2019 CREOR Graduate Symposium "Medicine, Myth, and Magic" (12-14 April 2019, McGill University)

Deadline: 5 January

December 11, 2018

Dates: April 12-14, 2019


Location: McGill University, Montreal, Canada


Submission Deadline: November 30th, 2018


Description of Conference:


The McGill Centre for Research on Religion (CREOR) graduate student annual conference invites graduate students and emerging scholars to participate in a special edition conference rethinking the relationship between medicine and religion. We invite critical reflections on the complexities and diversity that arises at the crossroads of medicine and religion. We know that since Antiquity medical traditions in Greece, Babylon, Egypt, China and India were intrinsically intertwined with its religious practices. The observation and study of anatomical and mental ailments was not necessarily a distinct science, the lines between medicine, religion, and “magic” remained?at times?blurry. Myth and ritual were also used to connect the body to sacred spaces. Early modern, and especially post-Enlightenment, thinking sought to bring a clearer divide between medicine and religion. As science and technology progressed it provided the field of medicine with a diagnostic and prognosis system which was purely “rational” and devoid of spiritual beliefs. But the acceptance of this proposition has not been unanimous. Despite the extraordinary advances of post-Enlightenment medicine, both Western and Eastern, does the quest for scientific knowledge leave any room for religious beliefs, traditions and ethics to influence medical practice?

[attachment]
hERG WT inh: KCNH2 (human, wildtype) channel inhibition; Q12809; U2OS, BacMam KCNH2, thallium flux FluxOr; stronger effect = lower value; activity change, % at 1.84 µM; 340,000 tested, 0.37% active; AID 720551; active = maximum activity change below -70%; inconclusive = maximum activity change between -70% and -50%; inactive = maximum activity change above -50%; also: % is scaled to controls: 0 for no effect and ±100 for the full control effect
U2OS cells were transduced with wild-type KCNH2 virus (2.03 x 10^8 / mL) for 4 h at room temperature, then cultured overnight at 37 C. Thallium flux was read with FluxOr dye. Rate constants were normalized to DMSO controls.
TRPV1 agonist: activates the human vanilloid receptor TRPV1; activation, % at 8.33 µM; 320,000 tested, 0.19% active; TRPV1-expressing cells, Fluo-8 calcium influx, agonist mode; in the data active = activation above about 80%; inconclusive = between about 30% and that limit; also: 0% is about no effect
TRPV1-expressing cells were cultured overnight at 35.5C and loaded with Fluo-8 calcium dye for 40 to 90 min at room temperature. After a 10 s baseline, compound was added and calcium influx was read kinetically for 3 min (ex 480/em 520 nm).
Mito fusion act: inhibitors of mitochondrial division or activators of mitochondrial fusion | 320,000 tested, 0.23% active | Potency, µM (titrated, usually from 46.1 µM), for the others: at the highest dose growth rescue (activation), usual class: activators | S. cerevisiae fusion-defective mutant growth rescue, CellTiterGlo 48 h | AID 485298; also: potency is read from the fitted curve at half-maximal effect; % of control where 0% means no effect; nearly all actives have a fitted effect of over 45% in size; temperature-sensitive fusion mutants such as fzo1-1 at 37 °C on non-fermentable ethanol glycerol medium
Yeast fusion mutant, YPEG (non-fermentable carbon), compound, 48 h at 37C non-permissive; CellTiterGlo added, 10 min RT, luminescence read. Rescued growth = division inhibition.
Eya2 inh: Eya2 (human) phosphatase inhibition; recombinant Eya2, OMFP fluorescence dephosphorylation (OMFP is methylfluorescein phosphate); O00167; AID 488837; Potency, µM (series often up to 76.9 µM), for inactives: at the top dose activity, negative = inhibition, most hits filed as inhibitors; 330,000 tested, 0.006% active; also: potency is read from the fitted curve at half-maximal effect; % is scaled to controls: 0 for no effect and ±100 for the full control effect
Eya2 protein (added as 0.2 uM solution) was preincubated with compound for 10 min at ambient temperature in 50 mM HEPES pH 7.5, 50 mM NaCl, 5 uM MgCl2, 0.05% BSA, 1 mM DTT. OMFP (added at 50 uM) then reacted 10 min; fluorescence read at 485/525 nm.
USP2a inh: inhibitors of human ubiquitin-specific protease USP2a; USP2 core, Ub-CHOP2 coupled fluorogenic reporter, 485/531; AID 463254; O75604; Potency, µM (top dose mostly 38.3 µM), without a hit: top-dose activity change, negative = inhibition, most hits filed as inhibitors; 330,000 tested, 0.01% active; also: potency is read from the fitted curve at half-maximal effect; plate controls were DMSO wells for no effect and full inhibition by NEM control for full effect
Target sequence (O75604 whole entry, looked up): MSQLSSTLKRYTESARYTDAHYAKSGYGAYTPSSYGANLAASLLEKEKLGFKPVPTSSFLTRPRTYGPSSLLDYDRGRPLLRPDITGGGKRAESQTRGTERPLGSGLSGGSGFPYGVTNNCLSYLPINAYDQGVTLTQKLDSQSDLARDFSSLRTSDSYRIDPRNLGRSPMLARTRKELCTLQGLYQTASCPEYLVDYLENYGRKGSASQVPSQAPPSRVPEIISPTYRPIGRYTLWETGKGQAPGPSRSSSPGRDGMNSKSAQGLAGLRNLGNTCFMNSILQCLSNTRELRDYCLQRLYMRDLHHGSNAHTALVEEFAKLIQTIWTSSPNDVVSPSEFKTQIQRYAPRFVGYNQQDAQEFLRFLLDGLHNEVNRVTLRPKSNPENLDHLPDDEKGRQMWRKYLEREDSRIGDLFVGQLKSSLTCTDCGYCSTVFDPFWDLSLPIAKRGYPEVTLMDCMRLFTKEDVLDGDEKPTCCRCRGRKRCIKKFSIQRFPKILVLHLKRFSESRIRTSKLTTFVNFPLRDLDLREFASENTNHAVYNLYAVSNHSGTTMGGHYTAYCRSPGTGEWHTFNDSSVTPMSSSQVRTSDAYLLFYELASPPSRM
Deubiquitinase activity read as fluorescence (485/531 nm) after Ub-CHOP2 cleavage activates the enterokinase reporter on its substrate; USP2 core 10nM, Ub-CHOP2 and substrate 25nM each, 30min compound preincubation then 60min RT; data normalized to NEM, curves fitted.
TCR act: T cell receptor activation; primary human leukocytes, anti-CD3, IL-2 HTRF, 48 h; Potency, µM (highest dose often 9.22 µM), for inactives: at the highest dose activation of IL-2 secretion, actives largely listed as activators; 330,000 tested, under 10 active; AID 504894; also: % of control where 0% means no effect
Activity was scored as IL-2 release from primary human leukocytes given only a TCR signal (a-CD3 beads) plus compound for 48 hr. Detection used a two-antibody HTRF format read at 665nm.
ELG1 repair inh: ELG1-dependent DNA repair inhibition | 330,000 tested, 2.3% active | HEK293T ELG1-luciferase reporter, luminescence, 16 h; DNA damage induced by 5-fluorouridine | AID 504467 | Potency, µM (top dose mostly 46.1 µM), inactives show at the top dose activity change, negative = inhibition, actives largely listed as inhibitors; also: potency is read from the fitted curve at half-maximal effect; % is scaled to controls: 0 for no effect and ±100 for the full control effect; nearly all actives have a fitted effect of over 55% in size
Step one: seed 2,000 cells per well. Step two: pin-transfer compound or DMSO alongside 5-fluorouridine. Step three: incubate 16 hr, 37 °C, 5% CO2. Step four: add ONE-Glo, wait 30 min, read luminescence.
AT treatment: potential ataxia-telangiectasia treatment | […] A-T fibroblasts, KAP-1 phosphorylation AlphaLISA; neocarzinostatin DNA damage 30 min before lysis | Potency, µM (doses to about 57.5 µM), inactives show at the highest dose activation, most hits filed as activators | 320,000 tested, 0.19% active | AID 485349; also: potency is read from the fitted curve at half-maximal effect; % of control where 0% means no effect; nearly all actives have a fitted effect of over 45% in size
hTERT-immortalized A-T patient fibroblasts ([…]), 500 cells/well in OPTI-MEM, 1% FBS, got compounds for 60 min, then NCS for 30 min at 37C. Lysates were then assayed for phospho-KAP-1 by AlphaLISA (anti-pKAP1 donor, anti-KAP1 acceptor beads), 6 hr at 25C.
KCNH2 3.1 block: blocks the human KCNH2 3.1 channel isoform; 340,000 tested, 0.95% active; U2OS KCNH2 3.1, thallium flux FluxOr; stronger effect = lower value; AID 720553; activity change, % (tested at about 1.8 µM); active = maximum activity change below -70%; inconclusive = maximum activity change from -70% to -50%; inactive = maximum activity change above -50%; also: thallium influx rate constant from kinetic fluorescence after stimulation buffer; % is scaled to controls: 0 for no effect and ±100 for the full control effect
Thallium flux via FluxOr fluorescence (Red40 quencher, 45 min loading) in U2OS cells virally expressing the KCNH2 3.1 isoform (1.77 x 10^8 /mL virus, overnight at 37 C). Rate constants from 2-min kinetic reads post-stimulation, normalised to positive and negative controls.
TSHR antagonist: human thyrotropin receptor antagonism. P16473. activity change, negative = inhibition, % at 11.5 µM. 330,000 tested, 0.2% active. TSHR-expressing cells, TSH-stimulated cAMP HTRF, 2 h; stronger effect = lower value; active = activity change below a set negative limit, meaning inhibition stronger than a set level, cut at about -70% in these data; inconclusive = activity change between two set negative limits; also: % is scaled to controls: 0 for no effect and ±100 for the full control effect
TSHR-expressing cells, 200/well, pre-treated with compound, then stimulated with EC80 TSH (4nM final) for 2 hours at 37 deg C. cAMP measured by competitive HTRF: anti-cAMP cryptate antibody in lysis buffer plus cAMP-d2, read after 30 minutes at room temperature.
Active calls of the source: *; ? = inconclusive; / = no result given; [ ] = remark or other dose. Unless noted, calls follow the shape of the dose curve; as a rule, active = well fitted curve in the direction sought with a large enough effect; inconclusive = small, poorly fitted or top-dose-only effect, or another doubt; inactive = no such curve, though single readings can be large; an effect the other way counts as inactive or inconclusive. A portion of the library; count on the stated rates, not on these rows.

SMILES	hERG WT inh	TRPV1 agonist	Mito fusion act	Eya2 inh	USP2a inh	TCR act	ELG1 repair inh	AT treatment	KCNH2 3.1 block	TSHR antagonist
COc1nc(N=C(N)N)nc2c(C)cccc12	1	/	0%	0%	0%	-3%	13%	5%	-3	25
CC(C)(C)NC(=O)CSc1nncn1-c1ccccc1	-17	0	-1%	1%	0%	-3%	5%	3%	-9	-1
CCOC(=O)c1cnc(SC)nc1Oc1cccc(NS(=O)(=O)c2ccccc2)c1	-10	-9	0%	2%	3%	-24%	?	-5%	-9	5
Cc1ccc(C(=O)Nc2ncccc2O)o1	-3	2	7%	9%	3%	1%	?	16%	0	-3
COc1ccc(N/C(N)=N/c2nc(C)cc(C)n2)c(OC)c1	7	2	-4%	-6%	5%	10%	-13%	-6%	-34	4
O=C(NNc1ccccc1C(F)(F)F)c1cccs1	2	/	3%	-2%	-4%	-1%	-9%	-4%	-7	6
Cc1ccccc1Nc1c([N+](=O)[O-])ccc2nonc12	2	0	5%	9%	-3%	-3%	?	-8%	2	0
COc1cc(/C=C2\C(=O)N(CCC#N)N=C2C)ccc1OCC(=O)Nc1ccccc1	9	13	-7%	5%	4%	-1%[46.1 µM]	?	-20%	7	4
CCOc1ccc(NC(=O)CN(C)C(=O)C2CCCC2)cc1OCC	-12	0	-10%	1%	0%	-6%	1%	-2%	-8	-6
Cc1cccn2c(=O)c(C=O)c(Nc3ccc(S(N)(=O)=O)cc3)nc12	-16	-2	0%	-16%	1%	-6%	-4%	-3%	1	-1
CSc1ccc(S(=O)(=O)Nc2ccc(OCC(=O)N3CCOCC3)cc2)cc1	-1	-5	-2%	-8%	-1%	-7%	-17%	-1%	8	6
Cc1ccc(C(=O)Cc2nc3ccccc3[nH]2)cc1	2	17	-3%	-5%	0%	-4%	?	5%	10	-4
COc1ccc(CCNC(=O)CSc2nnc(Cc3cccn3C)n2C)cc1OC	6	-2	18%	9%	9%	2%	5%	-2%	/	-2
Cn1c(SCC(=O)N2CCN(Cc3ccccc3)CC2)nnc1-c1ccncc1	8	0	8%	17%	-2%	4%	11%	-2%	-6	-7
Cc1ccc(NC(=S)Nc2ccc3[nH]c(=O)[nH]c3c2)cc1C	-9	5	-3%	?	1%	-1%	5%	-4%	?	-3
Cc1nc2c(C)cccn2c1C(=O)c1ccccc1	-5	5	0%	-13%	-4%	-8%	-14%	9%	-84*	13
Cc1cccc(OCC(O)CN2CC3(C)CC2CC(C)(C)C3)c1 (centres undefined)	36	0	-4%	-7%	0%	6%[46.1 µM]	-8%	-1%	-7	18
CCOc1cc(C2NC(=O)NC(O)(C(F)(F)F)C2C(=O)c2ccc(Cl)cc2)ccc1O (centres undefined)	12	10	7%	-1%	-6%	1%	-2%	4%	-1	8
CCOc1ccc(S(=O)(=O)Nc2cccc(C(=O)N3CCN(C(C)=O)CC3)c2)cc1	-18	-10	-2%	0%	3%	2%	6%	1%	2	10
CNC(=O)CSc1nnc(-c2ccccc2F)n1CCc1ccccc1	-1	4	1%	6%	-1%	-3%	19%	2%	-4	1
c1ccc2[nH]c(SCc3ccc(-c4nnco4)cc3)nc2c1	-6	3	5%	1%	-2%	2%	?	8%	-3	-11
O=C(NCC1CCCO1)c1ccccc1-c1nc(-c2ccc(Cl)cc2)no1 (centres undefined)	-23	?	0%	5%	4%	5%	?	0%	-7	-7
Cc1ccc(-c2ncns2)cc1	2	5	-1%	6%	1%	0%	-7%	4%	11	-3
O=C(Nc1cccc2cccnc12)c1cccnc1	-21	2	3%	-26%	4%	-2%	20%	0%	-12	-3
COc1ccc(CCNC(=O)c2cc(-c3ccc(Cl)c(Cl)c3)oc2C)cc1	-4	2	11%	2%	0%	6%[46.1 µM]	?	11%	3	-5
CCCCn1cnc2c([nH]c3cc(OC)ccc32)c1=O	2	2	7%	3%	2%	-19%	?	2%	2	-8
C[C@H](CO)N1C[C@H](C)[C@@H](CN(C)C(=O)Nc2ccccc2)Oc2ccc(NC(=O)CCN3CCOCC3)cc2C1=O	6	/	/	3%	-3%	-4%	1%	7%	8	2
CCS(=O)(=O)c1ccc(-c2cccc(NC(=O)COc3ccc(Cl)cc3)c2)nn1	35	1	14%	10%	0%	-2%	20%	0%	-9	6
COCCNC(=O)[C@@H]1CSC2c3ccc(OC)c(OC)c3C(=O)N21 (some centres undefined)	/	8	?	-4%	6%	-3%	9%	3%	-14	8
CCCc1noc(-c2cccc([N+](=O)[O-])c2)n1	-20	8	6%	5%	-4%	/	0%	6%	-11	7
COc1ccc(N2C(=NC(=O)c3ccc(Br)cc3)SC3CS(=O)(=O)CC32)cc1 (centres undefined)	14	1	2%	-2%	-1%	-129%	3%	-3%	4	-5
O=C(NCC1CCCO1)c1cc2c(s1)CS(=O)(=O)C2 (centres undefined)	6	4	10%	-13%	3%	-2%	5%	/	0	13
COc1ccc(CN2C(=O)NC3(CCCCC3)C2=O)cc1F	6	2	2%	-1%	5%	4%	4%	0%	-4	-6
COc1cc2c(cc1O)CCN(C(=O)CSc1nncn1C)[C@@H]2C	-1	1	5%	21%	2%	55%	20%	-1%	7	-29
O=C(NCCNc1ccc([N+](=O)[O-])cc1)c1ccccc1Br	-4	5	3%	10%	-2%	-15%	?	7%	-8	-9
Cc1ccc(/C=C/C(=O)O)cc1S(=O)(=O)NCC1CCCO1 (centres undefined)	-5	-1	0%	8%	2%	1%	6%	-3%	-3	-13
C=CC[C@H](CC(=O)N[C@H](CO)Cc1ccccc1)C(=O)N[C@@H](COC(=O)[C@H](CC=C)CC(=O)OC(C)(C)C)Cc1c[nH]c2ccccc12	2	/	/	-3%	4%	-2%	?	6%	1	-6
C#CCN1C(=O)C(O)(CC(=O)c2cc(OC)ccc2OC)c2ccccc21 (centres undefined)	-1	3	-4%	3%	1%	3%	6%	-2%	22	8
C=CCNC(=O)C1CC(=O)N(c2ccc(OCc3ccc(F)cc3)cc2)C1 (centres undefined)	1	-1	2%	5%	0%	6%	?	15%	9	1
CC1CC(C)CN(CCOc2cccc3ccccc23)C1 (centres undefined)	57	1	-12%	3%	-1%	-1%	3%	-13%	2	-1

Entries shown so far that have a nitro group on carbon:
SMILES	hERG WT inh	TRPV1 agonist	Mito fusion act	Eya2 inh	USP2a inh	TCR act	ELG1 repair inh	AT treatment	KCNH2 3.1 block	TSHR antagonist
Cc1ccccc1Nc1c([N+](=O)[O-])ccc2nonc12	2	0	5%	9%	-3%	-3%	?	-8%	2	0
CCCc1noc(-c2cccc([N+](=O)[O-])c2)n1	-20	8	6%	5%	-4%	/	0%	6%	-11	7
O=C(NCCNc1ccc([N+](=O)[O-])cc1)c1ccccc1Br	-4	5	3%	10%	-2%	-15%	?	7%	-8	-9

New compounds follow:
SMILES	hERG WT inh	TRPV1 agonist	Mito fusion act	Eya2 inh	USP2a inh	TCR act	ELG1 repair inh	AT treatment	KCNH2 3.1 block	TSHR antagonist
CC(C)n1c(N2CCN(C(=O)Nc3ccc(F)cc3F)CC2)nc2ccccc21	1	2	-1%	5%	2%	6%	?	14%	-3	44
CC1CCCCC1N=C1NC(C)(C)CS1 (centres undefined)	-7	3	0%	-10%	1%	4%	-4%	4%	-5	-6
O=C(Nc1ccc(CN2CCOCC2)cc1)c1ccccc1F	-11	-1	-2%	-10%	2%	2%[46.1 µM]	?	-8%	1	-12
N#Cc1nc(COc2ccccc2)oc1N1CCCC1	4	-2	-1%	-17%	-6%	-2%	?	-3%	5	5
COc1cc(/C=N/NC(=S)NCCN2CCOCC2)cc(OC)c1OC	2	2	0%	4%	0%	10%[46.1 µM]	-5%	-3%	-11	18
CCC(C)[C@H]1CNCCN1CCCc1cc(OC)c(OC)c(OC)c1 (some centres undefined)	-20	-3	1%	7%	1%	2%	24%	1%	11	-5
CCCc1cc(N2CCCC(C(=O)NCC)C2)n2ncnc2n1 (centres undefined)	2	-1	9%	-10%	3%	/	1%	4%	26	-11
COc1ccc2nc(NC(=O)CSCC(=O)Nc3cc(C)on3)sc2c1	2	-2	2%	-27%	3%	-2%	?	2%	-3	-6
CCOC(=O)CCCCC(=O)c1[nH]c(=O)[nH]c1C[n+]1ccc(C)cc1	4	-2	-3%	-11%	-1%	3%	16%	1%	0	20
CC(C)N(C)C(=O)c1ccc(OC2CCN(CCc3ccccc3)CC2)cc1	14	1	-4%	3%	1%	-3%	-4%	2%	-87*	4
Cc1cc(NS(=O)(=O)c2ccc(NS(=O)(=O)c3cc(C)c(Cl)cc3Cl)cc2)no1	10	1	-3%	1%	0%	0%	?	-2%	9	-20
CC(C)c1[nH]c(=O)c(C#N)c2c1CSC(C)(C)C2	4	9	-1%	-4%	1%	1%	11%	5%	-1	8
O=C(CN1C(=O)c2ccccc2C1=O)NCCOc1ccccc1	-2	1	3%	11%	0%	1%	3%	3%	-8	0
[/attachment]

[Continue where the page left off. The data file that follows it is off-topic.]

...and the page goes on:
Some questions the conference wishes to consider are: Do Western, Eastern and Indigenous traditions and religions have something to offer in understanding afflictions of the mind and body? Can religious beliefs and scientific methods used by modern medicine ever be reconciled? How has a given tradition’s view of the relationship between medicine and religion evolved over time? What role and influence have religious views had in the history of medical thought? What are the theological and philosophical aspects of the study of the body? How has the relationship between medicine and religion been portrayed in historical, literary, and philosophical writings?


We invite proposals from all areas of study, including history, philosophy, art history, religious studies, sociology, anthropology, psychology, bioethics, and law. Encouraged topics and themes include, but are not limited to, the following:

  • History of medicine and religion
  • Theological and philosophical aspects of the medical sciences
  • Theology and philosophy of medicine
  • Sociology of medical knowledge
  • Anthropology of medicine
  • Medicine and religion in literature 
  • Medicine and "fringe" religious traditions (e.g. Hermetic, heretical, "occult"…)
  • Iconography: Representations of the healer-prophet or healer-saint in art
  • Debates on body and soul informed by medical and theological knowledge
  • Spiritualization of physical illness
  • ndigenous practices and medicine
  • Spiritual and magical healing (e.g. shamanic, taslismanic, etc.)
  • Ethics of healing
  • Religious ethics and medical practices
  • Scriptural Interpretations


This year’s CREOR graduate student conference will be held in collaboration with McGill’s History/Islamic Studies conference “Angelical Conjunctions: Crossroads of Medicine and Religion, 1200-1800” and running concurrently with the 2019 Eastern International Regional Meeting of the American Academy of Religion conference on “Religion, Harm and Healing”.